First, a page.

Let's begin animal science!!

Chairperson of Department of Animal Resource Sciences
Yasuyuki GOTO, PhD

 The question that led me to pursue a career in life sciences was "What is disease?" I have had the question since I was young, but I don't know how I came to carry such a thought. It may be originally from a feeling like "I don't want to be sick because I can't go out and play." But gradually, I began to ask myself, "How do we get sick?" and "Why are some types of diseases so difficult to cure?" I know there are benign and malignant tumors, but I still don’t have a clear idea on what factors discriminate them. I was a math but not biology person in high school, but the thought "I want to explain phenomena in life sciences mathematically!" may have brought me to the life science field.

 Knowing how the human body functions and how cells and tissues cooperate to avoid disease states is necessary for staying healthy. Obviously, one disease can be affected by other diseases, so it is necessary to have a bird's-eye view of the target disease and its surroundings. In addition, human health depends on the well-being of other animals that are also part of nature. We also need to view animals at various levels and scales, from companion animals to ecosystem services, as well as in terms of food security and zoonotic diseases. We, therefore, aim to raise students to experts and world-class researchers who will contribute to the development of basic biology, the development of animals' multifaceted functions, and the creation of new biotechnologies by exploring the mechanisms of complex and diverse life phenomena in animals from the molecular to the individual level, with mammals as the main subject of study.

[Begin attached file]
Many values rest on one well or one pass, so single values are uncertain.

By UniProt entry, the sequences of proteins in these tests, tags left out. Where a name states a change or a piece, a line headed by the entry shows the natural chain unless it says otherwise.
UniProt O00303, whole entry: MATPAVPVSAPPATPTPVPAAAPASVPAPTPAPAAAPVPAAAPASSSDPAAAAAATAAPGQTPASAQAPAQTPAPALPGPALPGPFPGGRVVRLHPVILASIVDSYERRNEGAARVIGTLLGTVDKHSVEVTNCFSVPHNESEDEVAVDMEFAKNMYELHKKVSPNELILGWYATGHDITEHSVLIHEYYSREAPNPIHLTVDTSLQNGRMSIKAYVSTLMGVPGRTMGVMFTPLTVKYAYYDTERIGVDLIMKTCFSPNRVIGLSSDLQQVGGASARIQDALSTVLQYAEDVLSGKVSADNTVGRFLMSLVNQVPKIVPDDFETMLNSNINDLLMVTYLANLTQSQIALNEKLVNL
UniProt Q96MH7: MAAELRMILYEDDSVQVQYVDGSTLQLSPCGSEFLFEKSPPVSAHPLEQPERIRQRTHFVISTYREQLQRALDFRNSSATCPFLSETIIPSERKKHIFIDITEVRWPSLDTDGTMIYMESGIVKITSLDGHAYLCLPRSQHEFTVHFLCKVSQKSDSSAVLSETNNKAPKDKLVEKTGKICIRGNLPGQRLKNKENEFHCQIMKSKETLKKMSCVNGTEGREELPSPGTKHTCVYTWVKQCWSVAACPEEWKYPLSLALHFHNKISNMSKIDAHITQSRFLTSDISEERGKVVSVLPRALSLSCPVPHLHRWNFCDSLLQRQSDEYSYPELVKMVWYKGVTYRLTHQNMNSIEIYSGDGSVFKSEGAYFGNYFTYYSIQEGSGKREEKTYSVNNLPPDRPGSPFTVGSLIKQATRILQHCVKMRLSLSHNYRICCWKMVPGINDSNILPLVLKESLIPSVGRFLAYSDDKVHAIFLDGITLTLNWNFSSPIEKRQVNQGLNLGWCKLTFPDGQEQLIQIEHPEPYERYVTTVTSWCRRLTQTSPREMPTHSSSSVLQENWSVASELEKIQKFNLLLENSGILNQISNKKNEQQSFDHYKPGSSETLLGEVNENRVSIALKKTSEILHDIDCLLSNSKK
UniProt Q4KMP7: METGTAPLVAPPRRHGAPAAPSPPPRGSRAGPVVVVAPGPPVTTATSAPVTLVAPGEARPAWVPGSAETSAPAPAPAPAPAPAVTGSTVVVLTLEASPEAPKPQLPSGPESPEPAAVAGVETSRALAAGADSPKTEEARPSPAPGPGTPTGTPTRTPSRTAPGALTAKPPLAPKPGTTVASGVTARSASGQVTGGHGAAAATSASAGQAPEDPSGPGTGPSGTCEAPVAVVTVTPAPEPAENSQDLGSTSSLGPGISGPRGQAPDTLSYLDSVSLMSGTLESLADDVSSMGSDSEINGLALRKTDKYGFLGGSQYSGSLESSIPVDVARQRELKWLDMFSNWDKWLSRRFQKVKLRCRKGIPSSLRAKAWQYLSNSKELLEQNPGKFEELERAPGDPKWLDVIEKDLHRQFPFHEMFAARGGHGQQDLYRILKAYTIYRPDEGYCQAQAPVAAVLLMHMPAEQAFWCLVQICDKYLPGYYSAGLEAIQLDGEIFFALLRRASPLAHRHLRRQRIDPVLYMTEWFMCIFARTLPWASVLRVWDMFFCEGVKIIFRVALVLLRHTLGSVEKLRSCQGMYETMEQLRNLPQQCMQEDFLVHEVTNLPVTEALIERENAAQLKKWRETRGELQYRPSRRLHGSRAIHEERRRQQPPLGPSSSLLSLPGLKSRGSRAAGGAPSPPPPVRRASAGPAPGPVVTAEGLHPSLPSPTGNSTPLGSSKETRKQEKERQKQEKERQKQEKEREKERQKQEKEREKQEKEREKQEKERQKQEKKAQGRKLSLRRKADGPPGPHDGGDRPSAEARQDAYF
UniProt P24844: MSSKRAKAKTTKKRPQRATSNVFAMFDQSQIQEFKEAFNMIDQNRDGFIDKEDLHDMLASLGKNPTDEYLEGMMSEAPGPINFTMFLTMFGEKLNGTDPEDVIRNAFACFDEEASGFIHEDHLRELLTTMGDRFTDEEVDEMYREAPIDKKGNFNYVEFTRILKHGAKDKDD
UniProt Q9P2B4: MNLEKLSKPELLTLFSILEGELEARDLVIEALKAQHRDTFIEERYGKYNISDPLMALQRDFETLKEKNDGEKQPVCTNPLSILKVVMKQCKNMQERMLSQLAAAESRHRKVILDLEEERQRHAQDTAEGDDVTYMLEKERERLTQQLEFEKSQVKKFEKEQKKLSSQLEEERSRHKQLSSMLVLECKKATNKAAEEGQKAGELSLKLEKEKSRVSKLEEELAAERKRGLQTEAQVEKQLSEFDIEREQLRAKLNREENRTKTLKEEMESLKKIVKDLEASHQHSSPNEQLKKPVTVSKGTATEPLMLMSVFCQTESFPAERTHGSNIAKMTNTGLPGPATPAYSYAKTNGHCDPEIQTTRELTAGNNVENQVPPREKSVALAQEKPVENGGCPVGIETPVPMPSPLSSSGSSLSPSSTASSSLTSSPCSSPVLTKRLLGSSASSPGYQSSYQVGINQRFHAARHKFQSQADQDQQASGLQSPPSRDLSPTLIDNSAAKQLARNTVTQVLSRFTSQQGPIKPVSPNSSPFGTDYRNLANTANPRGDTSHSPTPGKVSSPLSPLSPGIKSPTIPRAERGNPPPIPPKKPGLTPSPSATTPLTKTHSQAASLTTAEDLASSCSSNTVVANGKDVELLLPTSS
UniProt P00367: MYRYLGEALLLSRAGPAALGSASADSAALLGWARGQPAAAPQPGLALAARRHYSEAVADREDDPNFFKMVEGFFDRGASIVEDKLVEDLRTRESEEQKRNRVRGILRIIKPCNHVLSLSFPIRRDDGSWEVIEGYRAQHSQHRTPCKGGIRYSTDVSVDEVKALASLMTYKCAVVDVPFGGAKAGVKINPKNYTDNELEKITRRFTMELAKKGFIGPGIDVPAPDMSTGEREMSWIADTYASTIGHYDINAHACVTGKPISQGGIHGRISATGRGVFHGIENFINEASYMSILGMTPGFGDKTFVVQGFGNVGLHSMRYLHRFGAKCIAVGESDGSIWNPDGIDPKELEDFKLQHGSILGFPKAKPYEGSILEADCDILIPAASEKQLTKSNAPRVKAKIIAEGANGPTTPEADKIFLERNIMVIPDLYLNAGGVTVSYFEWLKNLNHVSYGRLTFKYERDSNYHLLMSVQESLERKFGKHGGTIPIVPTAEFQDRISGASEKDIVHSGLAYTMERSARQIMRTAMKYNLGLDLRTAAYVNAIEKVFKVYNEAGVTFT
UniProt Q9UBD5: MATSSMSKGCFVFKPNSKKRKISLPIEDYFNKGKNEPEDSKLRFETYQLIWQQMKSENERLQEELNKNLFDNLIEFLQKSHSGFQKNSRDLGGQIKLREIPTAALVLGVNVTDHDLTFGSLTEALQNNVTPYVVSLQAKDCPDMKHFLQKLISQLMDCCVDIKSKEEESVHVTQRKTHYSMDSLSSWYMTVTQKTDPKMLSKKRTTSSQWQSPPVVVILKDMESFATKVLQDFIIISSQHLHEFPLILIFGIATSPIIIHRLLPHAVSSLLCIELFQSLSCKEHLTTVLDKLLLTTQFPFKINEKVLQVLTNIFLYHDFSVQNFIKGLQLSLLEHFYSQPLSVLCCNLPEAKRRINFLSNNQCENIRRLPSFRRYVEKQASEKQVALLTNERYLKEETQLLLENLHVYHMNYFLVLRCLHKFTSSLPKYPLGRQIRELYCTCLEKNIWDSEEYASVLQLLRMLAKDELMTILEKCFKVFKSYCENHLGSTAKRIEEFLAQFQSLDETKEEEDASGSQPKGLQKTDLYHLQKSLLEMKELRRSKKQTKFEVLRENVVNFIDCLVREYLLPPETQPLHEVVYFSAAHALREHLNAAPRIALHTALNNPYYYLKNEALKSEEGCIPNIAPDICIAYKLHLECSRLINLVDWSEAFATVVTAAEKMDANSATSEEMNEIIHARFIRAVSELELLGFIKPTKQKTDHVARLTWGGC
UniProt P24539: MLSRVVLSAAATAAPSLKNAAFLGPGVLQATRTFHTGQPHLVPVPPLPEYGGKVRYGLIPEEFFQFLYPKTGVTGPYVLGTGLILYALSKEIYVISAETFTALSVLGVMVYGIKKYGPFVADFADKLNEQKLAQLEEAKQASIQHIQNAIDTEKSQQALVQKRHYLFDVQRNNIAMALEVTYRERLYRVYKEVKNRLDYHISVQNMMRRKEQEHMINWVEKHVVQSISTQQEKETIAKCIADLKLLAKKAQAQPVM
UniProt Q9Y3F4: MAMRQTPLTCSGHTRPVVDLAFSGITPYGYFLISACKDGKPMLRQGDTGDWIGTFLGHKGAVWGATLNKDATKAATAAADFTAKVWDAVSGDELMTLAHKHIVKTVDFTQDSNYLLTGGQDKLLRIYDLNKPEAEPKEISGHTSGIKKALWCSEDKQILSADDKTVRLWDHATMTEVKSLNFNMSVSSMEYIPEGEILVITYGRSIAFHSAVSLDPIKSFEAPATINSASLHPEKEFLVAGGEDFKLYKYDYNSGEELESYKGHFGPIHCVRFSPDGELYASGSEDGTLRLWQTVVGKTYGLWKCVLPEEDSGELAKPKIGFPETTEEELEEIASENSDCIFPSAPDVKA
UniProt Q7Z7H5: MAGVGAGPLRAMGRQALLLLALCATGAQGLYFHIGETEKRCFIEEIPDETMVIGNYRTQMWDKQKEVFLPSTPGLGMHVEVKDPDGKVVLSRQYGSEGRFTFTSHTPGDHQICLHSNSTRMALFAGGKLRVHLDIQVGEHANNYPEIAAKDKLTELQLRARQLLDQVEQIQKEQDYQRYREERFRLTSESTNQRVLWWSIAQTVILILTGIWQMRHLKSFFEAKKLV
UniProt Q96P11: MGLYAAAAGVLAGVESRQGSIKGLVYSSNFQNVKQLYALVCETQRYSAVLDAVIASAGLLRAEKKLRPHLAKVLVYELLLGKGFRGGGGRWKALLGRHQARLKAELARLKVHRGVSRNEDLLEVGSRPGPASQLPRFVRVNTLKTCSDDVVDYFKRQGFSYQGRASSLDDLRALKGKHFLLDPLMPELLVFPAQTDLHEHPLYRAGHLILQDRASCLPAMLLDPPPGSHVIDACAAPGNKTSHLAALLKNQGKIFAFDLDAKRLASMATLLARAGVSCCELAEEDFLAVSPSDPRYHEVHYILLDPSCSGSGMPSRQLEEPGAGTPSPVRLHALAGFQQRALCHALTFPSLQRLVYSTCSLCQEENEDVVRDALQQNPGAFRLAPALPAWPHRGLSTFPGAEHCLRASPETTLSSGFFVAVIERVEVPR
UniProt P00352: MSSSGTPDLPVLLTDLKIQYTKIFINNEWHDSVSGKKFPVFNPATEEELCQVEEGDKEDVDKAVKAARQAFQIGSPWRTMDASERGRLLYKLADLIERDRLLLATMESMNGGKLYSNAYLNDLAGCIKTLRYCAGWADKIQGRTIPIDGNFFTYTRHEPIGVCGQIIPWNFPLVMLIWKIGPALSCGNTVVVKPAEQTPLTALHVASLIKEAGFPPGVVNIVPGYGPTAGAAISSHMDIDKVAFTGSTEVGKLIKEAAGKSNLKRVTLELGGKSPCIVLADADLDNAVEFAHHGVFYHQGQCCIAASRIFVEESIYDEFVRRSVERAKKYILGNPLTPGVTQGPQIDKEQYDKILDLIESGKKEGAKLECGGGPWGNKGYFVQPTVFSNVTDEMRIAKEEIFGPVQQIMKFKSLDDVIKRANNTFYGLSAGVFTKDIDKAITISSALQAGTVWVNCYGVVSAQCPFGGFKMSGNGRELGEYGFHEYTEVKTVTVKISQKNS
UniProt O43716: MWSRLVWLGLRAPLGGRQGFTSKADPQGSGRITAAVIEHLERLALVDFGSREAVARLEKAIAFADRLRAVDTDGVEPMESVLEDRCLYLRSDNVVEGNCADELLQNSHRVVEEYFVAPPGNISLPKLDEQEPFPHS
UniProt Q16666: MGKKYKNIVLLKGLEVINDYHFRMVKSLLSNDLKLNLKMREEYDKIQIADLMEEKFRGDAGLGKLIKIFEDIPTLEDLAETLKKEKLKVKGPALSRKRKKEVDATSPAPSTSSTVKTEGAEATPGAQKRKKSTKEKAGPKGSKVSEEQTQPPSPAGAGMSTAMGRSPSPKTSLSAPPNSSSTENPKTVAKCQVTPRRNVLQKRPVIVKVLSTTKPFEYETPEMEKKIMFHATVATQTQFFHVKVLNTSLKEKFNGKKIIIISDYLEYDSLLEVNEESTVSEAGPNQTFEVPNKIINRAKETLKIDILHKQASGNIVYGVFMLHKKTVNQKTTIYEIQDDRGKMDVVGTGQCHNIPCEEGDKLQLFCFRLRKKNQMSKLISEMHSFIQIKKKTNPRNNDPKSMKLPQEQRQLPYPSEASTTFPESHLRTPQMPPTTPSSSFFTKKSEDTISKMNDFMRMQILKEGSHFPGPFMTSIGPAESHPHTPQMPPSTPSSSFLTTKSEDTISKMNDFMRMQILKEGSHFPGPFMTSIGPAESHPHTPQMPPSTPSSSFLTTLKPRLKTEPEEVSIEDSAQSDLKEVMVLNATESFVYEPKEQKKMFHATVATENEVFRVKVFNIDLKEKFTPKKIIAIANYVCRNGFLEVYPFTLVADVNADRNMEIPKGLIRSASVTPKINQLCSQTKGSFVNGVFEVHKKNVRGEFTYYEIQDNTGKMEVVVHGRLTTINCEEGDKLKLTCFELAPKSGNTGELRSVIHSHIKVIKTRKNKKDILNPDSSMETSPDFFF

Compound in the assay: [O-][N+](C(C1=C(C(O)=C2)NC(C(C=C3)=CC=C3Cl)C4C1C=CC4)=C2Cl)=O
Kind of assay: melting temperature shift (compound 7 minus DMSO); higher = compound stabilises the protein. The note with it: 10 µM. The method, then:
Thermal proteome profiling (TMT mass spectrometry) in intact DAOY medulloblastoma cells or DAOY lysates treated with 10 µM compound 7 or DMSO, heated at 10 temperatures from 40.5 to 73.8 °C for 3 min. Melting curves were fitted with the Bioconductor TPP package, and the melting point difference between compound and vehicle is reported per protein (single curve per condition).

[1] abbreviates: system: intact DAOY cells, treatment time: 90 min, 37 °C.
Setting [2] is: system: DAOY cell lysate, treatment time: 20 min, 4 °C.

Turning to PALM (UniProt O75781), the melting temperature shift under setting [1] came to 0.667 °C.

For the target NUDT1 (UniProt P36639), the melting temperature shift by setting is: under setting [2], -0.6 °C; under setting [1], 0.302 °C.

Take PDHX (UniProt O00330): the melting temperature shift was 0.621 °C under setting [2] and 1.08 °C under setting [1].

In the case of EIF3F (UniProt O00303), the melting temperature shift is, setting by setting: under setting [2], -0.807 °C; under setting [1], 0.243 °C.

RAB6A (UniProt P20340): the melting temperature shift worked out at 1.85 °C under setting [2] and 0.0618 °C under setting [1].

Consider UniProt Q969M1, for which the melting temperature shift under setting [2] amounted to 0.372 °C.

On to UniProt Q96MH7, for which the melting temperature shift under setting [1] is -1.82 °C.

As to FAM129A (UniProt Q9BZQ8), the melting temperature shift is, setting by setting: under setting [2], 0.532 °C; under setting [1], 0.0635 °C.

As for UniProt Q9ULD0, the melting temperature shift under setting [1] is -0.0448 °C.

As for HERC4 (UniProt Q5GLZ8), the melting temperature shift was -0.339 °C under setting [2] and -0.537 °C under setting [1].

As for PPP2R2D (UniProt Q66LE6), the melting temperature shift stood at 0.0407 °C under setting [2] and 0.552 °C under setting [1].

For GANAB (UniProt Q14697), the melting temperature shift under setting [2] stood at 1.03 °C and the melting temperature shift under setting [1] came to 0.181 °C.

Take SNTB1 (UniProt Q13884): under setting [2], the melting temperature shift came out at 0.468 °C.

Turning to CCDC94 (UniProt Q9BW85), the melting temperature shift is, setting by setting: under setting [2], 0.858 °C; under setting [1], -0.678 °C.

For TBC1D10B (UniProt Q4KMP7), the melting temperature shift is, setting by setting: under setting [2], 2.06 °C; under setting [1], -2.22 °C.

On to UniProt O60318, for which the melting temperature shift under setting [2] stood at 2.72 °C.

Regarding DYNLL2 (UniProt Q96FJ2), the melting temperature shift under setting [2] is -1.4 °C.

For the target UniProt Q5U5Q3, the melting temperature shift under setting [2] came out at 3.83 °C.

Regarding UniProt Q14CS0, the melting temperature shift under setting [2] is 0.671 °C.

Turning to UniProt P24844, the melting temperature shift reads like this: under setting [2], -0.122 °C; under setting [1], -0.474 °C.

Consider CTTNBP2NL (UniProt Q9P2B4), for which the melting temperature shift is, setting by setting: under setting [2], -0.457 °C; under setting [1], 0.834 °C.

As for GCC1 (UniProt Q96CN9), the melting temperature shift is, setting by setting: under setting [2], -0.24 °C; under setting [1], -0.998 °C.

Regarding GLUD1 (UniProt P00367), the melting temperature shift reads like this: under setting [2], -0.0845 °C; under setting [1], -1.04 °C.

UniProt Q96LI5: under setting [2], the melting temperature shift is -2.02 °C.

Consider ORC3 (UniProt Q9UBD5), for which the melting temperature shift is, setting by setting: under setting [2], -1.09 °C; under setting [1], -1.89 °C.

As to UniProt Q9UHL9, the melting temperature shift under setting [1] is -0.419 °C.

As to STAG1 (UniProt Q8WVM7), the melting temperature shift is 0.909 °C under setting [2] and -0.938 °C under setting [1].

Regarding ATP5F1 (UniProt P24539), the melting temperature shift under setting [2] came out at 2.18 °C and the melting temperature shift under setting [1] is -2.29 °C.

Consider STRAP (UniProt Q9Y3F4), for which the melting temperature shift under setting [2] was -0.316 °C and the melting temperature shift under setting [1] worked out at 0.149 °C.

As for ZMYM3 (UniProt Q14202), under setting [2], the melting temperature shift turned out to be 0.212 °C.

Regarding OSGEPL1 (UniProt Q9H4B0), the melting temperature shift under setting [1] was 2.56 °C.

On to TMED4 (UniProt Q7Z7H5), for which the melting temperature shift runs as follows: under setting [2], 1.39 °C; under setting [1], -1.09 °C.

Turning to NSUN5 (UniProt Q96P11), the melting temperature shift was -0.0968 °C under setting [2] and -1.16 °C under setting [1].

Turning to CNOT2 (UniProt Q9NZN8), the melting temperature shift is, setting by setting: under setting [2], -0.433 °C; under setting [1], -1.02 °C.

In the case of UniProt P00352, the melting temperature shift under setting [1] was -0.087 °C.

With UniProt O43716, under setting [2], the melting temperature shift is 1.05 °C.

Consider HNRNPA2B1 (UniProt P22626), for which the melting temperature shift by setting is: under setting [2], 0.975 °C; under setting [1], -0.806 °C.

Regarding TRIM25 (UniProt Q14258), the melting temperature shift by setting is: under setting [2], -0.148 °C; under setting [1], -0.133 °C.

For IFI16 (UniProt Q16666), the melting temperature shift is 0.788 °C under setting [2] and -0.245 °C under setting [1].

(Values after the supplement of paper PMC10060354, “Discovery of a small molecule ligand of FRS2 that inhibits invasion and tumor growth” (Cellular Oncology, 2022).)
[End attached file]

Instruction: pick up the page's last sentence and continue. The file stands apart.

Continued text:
Returning to my aforementioned topic, I believe that all life phenomena, regardless of their scales, can be expressed in mathematical formulas. However, the formulas must be complicated and troublesome, with many coefficients and variables, and the coefficients can change under various circumstances. Research will help us to make the formulas more accurate through logical thinking and empirical experiments. The ability to set, verify, and consider issues as well as mathematical and logical thinking are necessary for successful research. Therefore, even if our students leave the field of life science in the future, they are expected to be excellent personnel who can solve problems using logical methods.

  If you are fascinated by the charm and wonder of animals and want to discover something new about them, let's do animal science together!

C 2024 Department of Animal Resource Sciences Public Relations